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A coordinated series of bombings, including three car bombs, killed more than 100 people and wounded scores of others in central Baghdad this morning – the worst wave of violence to hit the Iraqi capital in more than a month.
[cnn-photo-caption image= http://i2.cdn.turner.com/cnn/2009/images/12/08/iraq.story.jpg
="Terror rocked the Iraqi capital on Tuesday killing over 100 people. "]
The car bombs, which detonated in quick succession, struck the Labor Ministry, a court complex and the new site of Iraq’s Finance Ministry.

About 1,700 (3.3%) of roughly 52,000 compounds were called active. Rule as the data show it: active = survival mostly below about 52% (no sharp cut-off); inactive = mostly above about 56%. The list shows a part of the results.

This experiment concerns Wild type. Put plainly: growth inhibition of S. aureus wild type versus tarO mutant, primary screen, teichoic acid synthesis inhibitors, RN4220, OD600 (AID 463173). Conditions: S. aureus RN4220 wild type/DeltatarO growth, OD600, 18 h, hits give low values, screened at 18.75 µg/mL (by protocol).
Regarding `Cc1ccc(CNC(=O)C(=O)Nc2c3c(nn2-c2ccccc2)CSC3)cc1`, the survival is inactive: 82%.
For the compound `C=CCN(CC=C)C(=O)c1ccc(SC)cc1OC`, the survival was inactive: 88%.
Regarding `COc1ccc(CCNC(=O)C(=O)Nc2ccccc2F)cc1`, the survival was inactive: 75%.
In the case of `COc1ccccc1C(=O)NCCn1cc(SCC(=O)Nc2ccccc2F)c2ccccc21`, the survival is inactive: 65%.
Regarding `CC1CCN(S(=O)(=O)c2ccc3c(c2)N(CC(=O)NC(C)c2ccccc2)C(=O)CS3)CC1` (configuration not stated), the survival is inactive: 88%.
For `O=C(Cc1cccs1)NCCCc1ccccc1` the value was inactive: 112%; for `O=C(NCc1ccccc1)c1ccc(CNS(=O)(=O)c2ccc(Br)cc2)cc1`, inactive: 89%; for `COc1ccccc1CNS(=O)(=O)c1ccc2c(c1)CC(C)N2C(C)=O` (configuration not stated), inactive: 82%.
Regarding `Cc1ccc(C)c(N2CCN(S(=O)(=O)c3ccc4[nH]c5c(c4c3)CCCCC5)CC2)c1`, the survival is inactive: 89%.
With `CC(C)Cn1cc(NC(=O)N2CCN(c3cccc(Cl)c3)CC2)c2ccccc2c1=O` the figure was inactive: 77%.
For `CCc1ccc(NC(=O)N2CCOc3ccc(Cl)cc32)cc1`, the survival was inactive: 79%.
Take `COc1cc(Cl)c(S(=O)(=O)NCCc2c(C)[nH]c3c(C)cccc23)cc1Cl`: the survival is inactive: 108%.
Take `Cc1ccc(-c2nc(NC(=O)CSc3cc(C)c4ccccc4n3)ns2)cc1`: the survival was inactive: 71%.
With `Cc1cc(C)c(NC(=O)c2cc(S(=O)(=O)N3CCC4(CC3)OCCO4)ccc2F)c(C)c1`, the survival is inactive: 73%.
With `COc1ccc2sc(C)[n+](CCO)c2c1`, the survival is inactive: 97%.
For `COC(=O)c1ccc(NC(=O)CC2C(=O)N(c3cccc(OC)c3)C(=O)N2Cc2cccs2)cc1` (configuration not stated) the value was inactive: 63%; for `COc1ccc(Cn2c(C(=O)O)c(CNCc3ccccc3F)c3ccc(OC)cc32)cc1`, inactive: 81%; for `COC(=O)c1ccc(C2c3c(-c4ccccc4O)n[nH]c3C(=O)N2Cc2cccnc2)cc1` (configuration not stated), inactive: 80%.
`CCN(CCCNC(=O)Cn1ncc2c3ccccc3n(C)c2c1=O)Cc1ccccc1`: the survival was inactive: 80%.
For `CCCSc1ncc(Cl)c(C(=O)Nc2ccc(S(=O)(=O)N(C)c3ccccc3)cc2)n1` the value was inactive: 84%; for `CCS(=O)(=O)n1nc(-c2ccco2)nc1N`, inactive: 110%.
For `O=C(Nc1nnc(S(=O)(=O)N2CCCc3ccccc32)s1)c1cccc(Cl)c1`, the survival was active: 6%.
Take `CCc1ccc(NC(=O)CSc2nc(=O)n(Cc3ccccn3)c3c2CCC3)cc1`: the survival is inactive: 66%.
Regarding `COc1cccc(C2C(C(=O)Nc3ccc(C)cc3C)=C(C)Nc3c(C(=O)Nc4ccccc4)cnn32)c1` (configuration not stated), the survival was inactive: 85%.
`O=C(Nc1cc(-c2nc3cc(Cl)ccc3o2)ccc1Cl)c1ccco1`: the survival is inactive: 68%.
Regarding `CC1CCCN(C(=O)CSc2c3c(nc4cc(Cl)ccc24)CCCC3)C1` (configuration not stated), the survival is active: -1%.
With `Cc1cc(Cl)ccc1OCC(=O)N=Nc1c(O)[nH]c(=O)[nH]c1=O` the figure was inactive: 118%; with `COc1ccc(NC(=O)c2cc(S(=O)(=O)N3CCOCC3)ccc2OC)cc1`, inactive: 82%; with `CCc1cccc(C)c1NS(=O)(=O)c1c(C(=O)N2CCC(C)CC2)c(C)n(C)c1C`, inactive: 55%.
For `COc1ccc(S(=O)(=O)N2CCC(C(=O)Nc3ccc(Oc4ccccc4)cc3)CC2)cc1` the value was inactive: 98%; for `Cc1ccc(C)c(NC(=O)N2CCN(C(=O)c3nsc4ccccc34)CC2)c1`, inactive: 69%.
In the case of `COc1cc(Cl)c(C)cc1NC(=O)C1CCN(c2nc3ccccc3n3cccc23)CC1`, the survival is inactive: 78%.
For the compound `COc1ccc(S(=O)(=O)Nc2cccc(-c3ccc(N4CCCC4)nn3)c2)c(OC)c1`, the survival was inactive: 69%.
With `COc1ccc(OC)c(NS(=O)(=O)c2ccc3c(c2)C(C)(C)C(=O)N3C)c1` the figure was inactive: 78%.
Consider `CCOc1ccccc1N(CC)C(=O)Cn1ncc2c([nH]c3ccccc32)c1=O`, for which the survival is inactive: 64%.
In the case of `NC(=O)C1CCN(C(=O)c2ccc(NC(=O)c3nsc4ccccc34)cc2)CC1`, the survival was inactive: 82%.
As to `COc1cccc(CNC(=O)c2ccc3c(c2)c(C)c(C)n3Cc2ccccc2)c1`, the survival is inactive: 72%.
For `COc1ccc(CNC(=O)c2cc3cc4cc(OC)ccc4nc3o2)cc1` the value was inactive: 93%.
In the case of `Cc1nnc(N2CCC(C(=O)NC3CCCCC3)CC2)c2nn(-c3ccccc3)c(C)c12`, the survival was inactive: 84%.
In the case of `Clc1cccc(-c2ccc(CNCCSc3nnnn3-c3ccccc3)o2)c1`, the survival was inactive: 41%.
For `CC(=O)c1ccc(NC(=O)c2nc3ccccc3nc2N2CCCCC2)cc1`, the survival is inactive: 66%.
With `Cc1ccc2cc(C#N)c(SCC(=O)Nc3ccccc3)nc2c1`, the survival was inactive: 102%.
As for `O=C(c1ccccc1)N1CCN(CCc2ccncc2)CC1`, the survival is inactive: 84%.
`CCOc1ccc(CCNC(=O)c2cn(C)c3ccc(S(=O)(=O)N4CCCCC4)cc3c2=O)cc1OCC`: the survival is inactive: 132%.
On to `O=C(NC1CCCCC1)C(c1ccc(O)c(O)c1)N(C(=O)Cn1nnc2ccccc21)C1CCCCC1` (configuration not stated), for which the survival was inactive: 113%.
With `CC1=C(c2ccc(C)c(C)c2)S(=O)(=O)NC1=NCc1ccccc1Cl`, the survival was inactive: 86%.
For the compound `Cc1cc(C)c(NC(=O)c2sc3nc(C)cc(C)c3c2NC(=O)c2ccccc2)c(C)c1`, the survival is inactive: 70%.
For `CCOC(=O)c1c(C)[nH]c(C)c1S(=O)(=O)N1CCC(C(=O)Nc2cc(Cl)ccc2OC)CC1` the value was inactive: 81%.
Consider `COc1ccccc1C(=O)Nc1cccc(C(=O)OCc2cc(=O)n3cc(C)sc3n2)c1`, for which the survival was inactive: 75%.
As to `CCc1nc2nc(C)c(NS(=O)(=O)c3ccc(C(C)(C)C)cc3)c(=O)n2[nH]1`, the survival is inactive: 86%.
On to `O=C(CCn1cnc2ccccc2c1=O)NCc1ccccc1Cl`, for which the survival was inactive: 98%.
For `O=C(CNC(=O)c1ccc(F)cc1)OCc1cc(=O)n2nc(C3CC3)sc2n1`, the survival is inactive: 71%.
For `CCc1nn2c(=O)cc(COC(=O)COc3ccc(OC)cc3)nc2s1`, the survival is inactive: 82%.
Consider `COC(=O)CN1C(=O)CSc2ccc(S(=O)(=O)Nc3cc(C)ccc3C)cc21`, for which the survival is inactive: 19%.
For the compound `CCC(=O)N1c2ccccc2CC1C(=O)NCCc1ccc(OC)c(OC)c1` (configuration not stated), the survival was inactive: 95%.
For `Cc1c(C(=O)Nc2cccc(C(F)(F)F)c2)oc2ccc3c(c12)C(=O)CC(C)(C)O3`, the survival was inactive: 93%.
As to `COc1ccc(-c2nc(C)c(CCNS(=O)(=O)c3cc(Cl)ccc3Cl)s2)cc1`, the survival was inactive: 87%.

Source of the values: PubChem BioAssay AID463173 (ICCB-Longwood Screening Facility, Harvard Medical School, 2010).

The attacks highlighted the insurgents’ continued ability to strike important and highly visible targets in Baghdad as U.S. forces plan their withdrawal, turning security over to Iraqi forces.
Although overall violence has dropped sharply around Iraq over the past year, insurgents have increased attacks at government sites.
What does a devastating, well-coordinated attack like today’s mean for the future of Iraq under Iraqi forces? Can Iraqi forces control their embattled capital? Should U.S. forces still withdraw?
Violence in Iraq dropped sharply after former President Bush’s so-called “surge” of American troops.
Does that mean that the answer is more troops?
President Obama announced recently that 30,000 more U.S. soldiers will be sent to Afghanistan, the country Obama is now targeting over Iraq.
Is Obama right to turn his attention to Afghanistan while such deadly violence still rages in Iraq? Send us your comments